October 07, 2011
Dies the Fire by S.M. Stirling
Juniper McKenzie is a musician and wiccan, both of which are very important to personality. While playing in a bar during what comes to be known as the "Change" she proves herself a true leader and organizer. She, the bartender Dennie, and her daughter Eilir have an idea of what's going to happen and it isn't pretty. They set out for some property an uncle had left her in the middle of nowhere. Along the way, they gather up useful implements that will help since no electricity, guns, or any other modern instruments work. Swords, seeds, bow and arrows, and other items make it into their wagon.
Mike Havel and his group were in a plane he was flying at the time of the Change. He and the Larsson family crash land into a stream and at first don't know anything that's happened. As they travel for help and encounter friend and foe though, they learn the awful truth of what's happened to the world. Lucky enough to have a few archers in their group and skilled with a sword, Havel's group becomes known as the Bearkillers and are a desirable group to join.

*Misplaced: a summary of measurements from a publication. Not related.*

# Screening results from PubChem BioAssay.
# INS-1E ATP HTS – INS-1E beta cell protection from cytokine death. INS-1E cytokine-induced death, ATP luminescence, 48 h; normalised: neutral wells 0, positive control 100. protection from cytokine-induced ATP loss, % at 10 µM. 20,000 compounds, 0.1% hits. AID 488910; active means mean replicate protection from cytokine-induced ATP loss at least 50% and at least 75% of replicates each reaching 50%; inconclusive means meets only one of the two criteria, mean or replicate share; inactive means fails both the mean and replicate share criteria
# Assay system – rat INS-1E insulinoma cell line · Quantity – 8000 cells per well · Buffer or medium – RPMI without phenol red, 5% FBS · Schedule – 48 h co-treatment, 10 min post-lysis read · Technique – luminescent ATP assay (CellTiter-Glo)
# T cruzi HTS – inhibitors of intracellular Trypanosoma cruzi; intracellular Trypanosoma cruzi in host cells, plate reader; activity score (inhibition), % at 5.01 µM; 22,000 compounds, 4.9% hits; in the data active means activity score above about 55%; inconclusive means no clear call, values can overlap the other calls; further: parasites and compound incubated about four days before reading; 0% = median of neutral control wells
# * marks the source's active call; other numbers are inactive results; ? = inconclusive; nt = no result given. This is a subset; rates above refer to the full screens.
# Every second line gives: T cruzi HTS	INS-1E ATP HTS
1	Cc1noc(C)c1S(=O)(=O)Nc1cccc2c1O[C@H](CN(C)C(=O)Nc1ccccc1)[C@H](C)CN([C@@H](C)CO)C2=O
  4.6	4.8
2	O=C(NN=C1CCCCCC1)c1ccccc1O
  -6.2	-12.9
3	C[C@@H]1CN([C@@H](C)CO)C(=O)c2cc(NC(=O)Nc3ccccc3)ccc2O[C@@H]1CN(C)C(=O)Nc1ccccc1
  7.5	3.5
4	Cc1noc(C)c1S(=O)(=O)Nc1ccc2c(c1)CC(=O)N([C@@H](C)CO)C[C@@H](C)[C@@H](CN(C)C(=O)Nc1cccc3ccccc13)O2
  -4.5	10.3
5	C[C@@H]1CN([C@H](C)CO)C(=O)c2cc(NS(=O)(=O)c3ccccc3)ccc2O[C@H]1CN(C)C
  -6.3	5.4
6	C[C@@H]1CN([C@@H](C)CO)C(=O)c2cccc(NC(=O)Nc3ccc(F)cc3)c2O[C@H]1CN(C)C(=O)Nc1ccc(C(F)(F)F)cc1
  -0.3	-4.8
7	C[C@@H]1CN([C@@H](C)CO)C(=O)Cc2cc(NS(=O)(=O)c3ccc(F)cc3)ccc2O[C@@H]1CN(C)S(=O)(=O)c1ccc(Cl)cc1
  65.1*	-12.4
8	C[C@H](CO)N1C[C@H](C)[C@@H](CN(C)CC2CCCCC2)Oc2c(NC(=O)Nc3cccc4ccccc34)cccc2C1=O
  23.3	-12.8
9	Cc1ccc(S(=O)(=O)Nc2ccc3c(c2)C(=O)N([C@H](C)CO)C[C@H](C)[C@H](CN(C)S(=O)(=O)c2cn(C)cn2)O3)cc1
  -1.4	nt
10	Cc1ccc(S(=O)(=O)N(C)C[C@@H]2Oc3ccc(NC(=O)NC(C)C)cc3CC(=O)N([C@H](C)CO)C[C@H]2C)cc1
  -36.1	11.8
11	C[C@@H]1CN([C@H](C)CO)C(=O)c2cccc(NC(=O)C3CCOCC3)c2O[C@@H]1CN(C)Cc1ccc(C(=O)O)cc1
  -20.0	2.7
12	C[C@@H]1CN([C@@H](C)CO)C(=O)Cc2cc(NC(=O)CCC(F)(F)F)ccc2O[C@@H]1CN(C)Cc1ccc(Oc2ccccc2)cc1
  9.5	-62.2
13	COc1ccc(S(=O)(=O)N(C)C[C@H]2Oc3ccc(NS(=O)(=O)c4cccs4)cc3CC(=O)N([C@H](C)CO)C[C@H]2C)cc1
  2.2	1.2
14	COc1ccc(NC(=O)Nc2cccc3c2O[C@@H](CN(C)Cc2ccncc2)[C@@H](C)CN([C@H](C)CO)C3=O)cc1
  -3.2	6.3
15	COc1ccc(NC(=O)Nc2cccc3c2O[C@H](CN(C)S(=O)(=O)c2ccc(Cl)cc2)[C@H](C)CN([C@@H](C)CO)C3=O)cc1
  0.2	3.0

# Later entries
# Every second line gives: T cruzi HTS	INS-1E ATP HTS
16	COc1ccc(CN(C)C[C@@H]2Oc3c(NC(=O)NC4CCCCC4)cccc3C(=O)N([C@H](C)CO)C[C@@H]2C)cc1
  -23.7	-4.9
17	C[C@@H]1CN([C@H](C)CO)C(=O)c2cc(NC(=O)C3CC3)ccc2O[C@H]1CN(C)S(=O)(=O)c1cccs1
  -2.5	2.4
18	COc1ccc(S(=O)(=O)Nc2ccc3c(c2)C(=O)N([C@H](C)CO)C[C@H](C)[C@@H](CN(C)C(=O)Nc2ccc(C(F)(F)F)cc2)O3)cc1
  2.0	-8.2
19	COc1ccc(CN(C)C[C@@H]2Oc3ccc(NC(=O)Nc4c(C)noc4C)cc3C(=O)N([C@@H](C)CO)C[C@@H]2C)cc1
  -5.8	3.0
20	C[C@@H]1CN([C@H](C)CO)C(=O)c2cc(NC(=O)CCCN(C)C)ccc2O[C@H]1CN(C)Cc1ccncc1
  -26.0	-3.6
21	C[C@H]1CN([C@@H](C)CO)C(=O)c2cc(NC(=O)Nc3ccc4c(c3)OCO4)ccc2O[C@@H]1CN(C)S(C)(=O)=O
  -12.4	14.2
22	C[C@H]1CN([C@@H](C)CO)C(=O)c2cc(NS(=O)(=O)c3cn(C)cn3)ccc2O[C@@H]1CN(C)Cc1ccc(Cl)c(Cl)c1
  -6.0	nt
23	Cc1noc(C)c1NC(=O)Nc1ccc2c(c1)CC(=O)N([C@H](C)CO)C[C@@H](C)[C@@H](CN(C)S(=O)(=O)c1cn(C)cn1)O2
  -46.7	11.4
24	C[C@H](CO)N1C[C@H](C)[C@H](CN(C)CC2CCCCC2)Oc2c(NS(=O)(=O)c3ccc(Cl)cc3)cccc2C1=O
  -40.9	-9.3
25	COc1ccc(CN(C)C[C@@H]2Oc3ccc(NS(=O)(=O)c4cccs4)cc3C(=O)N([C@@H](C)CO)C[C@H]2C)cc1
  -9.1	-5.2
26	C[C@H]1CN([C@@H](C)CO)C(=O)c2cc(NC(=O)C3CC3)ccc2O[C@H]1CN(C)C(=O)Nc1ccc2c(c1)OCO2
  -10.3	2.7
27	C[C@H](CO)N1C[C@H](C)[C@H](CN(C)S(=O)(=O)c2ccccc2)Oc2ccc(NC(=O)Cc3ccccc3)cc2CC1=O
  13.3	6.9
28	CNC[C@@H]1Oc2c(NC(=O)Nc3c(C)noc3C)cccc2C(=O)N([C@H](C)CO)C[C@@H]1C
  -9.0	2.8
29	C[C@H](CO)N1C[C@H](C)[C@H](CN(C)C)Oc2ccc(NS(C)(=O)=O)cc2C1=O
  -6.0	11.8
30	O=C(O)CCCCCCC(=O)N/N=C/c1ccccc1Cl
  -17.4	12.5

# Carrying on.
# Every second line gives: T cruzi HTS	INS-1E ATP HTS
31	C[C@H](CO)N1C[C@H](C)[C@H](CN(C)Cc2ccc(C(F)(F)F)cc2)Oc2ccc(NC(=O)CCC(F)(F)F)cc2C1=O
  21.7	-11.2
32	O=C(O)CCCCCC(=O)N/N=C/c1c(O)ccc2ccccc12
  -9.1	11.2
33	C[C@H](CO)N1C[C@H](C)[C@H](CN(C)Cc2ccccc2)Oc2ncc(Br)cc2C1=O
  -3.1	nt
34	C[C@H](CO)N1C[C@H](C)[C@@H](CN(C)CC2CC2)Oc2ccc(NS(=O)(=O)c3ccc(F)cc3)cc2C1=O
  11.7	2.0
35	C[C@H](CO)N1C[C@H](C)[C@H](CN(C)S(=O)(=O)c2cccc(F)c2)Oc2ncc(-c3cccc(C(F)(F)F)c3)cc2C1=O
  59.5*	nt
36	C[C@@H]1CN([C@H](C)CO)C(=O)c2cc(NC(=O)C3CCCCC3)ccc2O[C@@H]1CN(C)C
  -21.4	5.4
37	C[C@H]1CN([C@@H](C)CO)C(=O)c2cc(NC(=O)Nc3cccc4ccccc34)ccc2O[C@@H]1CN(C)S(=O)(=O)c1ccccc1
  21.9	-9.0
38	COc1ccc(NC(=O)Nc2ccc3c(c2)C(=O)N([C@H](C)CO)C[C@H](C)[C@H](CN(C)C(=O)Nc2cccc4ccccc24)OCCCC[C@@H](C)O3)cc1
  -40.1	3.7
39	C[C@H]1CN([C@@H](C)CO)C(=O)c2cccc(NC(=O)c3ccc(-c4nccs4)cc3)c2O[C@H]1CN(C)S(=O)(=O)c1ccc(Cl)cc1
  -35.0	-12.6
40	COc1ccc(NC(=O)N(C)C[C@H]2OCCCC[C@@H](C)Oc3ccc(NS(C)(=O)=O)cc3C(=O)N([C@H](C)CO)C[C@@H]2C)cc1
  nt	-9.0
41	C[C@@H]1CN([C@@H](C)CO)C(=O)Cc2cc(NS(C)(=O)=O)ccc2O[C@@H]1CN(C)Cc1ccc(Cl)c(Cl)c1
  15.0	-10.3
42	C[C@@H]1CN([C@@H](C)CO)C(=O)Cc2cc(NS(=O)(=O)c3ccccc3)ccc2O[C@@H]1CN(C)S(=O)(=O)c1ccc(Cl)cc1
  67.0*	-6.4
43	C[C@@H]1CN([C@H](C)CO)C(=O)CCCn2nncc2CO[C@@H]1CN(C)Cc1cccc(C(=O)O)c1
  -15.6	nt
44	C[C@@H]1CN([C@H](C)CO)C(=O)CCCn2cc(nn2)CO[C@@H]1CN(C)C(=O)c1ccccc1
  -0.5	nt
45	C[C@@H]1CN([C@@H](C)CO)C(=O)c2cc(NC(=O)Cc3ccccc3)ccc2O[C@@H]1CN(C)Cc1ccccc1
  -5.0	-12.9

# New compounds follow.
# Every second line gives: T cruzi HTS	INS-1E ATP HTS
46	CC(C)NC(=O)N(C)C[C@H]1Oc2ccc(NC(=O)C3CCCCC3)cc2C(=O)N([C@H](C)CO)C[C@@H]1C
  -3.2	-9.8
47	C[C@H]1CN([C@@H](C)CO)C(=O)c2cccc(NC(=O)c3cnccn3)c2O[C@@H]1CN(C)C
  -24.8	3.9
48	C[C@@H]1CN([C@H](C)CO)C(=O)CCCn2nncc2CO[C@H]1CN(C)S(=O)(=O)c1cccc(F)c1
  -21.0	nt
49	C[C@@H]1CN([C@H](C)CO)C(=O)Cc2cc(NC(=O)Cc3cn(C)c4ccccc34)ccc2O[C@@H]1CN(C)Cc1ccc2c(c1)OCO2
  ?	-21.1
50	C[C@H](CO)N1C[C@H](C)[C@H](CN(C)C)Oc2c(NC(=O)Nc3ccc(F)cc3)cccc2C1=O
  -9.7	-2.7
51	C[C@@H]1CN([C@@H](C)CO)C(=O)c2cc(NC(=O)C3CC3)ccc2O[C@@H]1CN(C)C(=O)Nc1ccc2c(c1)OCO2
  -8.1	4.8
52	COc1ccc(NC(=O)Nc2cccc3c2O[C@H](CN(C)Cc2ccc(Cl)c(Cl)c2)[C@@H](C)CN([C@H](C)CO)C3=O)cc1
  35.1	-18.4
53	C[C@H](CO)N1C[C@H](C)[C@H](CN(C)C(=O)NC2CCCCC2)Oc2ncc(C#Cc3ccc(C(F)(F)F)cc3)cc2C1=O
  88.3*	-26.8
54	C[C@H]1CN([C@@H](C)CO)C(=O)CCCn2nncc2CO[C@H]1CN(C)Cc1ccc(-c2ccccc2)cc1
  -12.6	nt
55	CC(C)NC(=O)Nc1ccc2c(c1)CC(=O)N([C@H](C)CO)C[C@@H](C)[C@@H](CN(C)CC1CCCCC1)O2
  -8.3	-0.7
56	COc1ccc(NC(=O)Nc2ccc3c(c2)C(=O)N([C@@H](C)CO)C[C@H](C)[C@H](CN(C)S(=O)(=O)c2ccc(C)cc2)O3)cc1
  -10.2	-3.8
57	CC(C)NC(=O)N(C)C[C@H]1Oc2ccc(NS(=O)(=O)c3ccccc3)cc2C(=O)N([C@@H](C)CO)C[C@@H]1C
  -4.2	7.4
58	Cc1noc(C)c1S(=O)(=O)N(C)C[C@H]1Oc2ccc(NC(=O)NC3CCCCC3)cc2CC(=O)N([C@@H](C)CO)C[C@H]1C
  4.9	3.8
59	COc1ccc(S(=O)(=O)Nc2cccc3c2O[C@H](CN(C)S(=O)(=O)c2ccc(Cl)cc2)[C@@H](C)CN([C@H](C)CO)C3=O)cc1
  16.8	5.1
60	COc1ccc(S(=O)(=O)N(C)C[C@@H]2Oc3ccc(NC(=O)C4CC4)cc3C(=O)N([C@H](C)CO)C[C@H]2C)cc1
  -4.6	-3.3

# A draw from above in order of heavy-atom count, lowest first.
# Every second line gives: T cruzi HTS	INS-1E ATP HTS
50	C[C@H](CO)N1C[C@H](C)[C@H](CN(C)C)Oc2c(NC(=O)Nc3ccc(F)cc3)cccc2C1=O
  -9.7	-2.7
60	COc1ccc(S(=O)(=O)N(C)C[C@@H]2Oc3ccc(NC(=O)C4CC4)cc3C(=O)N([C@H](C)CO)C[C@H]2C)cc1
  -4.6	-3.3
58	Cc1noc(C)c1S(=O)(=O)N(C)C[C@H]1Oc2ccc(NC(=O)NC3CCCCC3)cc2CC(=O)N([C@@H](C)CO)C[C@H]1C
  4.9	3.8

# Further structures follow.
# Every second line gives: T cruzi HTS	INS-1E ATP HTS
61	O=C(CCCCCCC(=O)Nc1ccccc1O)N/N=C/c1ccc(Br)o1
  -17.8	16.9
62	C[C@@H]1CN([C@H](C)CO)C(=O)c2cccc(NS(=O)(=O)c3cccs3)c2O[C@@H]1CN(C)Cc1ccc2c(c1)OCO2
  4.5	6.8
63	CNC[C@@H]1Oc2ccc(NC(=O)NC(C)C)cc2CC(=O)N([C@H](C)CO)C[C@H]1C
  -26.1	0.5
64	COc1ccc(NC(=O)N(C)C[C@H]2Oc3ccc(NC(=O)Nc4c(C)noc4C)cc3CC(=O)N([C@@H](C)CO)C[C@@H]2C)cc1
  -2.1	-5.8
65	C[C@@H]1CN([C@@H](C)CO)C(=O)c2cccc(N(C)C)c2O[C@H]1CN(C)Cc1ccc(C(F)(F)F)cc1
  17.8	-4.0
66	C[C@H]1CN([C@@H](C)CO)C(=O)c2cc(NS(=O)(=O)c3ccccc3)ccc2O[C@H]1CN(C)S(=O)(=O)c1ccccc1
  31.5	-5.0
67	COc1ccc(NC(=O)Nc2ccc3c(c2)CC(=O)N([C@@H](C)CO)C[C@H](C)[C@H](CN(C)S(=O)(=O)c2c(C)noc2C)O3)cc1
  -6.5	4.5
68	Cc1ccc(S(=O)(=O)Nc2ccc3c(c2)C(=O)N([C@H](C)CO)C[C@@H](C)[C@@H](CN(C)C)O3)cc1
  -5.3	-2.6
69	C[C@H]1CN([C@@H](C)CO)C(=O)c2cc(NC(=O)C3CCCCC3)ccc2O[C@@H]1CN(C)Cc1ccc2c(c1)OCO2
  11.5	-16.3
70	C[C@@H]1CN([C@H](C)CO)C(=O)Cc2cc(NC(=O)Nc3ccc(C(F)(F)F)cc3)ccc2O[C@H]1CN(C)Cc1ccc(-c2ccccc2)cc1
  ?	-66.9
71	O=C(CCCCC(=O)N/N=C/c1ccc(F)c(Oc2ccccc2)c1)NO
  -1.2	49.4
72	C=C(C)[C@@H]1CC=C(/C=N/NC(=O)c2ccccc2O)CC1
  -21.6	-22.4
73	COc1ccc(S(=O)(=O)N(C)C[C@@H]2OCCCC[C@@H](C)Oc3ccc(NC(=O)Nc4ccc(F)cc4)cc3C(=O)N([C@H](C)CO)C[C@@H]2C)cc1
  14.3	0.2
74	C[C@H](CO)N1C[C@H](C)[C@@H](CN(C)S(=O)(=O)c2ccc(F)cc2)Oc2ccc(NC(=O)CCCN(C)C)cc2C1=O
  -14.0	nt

Both he and the McKenzies have an enemy. A man who has dubbed himself the Protector and organized some of the NorthWest's greatest crime lords together has developed a feudal system of power, and he wants the areas that the Bearkillers and McKenzie's occupy. A war is in the making and one that will require everyone's skill with primitive weapons. To make it even harder, they have to find a way to survive and eat with minimal technology as well.
I love the characters in this novel. Stirling actually makes you care about them and want to see them succeed. Both McKenzie's group and the Bearkillers are an intricate mix of people with so many skills. One could argue that they were lucky to find people with hobbies that would be useful, but different groups of people tend to be attracted to different things so it really isn't that surprising. The leaders of these bands, Mike and Juniper, are also strong people and a pleasure to read about.
Stirling tends to dwell on a lot of detail. This isn't necessarily bad but it can get long-winded sometimes. He especially spends a lot of time on the Wiccan religion, and while I found it interesting as most people incorporate Christianity into novels and Wiccan is barely used, more religiously minded folks might find it overbearing and offensive. He does a good job of describing just won't work in the new world, but I did find a few things missing. What about solar or wind power? They aren't mentioned in this book and could have been a benefit to the people. They have a windmill but only use it for grinding wheat as far as I could tell. As a warning, there are some gory parts of this book and it might not be appropriate for young children or those with a weak stomach.
Its an interesting series and I plan on continuing it. This book really makes you want to learn a useful skill, that's for sure!
Dies the Fire